That Silva himself, in his capacity as a funeral director, may avoid the fee by choosing another profession does not, however, end the inquiry in the circumstances of this case. The fee payer, ultimately, is the person requiring Silva's services. [Note 9] Anyone seeking to dispose of the remains of a person who died in Fall River will be unable to avoid the fee. See Berry v. Danvers, 34
Mass. App. Ct. at 512-513 (charge was tax where State Environmental Code required use of local sewer system and did not permit construction of private sewer system). Moreover, the fact that proper interment and the burial permit are compelled is further confirmation of the public nature of the benefit. "Fees generally are charged for services voluntarily requested." Emerson College v. Boston, 391 Mass. at 426. See National Cable Television Assn. v. United States, 415 U.S. at 341 (fee is incident to voluntary act).
3. The purpose of the fee. The final factor under the Emerson College test is whether the charge is made for the purpose of raising general revenue or for the purpose of covering the cost of the governmental service. Fall River may charge a fee for reasonable expenses incident to enforcement of the statutory requirement that it issue burial permits, as municipalities have authority to impose fees "to cover reasonable expenses incident to the enforcement of the rules." Commonwealth v. Plaisted, 148 Mass. 375 , 382 (1889). See Southview Co-op. Hous. Corp. v. Rent Control Bd. of Cambridge, 396 Mass. at 400.
Other than Fall River's assertion in its brief that the money collected is a best estimate of the cost of record-keeping, there is nothing in the record indicating what the charges are for or what expenses Fall River incurs as a result of the burial permit requirement. [Note 10] No affidavit in support of Fall River's motion for summary judgment or in opposition to Silva's motion appears in the record. There is no reference to any expenses caused by the burial requirements or other services provided by Fall River in the parties' statement of undisputed facts. There is also nothing in the record to indicate that Fall River checks the issued burial permits to be certain that the coupon verifying burial has been returned.
Silva points to the fact that the fees are deposited in Fall River's general account as evidence that the fees were "destined instead for a broader range of services or the general fund." Berry v. Danvers, 34 Mass. App. Ct. at 513. Fall River claims in its brief that the fee represents a reasonable estimate of the cost of the service provided, which is the service of supervision and record keeping in connection with the disposition of each dead body and that the fee is not large enough to subsidize general governmental operations. [Note 11]
In some circumstances, a rough estimate may be sufficient. See Aiello v. Commissioners of the County of Dukes County, 35 Mass. App. Ct. at 154 (fee was crude estimate but there was no showing that charges significantly and consistently exceeded cost of services). Furthermore, it has been suggested, at least with regard to license fees, that the amount of the fee would not be "scrutinized too curiously even if some incidental revenue were obtained." Southview Co-op. Hous. Corp. v. Rent Control Bd. of Cambridge, 396 Mass. at 403, quoting from Opinion of the Justices, 250 Mass. at 602.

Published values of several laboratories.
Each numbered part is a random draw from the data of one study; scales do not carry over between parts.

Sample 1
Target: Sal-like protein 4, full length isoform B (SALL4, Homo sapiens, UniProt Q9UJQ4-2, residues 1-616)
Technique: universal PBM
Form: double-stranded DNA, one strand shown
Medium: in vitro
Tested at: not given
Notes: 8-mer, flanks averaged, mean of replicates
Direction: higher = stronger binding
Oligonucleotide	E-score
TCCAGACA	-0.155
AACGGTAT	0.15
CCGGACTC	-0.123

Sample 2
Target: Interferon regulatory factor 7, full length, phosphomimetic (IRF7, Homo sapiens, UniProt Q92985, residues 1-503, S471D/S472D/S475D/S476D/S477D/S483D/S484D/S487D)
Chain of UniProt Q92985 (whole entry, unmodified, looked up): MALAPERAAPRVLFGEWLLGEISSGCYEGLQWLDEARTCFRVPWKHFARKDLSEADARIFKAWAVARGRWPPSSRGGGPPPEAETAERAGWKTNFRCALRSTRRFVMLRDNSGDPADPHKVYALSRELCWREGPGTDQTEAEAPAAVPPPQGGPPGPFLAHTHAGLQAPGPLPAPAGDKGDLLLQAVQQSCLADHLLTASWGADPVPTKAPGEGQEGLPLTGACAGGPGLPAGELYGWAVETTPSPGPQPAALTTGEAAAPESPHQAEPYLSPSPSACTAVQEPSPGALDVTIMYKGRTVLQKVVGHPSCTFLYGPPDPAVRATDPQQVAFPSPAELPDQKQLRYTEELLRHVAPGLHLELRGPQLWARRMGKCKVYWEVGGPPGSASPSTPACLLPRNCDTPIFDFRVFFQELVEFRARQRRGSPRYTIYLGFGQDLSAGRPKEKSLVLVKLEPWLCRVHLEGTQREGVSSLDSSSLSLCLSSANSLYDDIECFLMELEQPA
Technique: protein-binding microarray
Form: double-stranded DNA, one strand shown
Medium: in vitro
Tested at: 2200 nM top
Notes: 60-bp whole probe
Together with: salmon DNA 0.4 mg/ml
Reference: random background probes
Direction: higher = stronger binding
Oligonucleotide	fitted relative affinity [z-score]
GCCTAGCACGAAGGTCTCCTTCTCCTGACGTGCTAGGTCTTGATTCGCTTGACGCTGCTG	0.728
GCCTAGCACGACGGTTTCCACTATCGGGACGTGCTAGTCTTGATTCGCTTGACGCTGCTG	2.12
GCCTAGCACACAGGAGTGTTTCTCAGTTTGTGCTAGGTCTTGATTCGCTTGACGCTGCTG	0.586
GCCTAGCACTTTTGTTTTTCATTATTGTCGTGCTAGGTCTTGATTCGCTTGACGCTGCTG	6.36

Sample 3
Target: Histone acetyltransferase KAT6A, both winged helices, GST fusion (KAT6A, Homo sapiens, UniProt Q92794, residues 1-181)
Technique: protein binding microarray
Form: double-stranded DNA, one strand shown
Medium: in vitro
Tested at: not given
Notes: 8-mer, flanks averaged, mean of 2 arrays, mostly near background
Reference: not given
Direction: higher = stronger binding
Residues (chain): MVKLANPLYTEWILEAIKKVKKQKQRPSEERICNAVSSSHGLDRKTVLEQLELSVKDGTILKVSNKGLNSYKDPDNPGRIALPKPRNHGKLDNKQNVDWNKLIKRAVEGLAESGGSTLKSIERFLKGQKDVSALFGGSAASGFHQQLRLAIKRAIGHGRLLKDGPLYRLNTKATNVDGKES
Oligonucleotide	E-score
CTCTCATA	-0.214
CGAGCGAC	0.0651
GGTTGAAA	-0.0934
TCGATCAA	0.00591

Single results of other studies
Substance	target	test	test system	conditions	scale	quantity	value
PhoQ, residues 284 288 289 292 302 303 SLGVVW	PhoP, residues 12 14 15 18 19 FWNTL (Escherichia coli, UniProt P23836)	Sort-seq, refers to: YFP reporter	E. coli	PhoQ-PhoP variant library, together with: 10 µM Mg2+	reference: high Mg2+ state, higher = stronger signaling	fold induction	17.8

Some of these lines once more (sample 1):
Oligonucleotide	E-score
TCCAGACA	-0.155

Here, however, with uncontradicted evidence that the funds are deposited to Fall River's general account and nothing in the record to indicate the basis on which the charge was calculated or how the funds are used to defray expenses, we cannot conclude that the money collected is not used to subsidize general governmental operations. See Berry v. Danvers, 34 Mass. App. Ct. at 513 (where revenue was deposited into general fund and was available for use for many other sewer projects it was properly characterized as tax). Contrast Bertone v. Department of Pub. Util., 411 Mass. at 550 (revenue generated by fee was not added to general fund for service to all but was targeted to newly required construction); Nuclear Metals, Inc. v. Low-Level Radioactive Waste Mgmt. Bd., 421 Mass. at 207 (charge was fee where it funded particularized services
provided by board, no part of charge was treated as general revenue and, in fact, went into separate fund).
Conclusion. It is tempting to characterize the burial permit fee as a valid regulatory fee because, after all, there are other events in life that are also unavoidable and in which regulatory power of government is necessarily involved. Birth, sewer use, and water use easily come to mind. When examined closely, however, the comparisons fail. While a municipality may charge a fee for furnishing a copy of a birth certificate, there is no charge for recording a birth. See G. L. c. 262, § 34. It appears that the burial permit fee is a charge for merely recording the permit. Sewer use charges have been found to be an invalid tax in circumstances where the use was compelled. See Berry v. Danvers, 34 Mass. App. Ct. at 512-513. As for water, we concluded that a municipality's surcharge on the use of town water was a valid fee because, in the circumstances of the case, the benefits of the service supported by the fee were sufficiently particularized to the surcharged users and there was nothing in the record to suggest that the fee was used to supplement the general revenue. See Morton v. Hanover, 43 Mass. App. Ct. 197 , 200, 202 (1997).
We think that the burial permit charge is better characterized as a tax than a fee because the payer of the fee derives no benefit that is not shared by the general public, proper interment is mandatory, the burial permit is mandatory, and it does not appear in the record that the funds are used to defray the cost of enforcing the relevant regulations. The judgment declaring that the burial permit charge is a fee is vacated. We remand the case for further proceedings consistent with this opinion.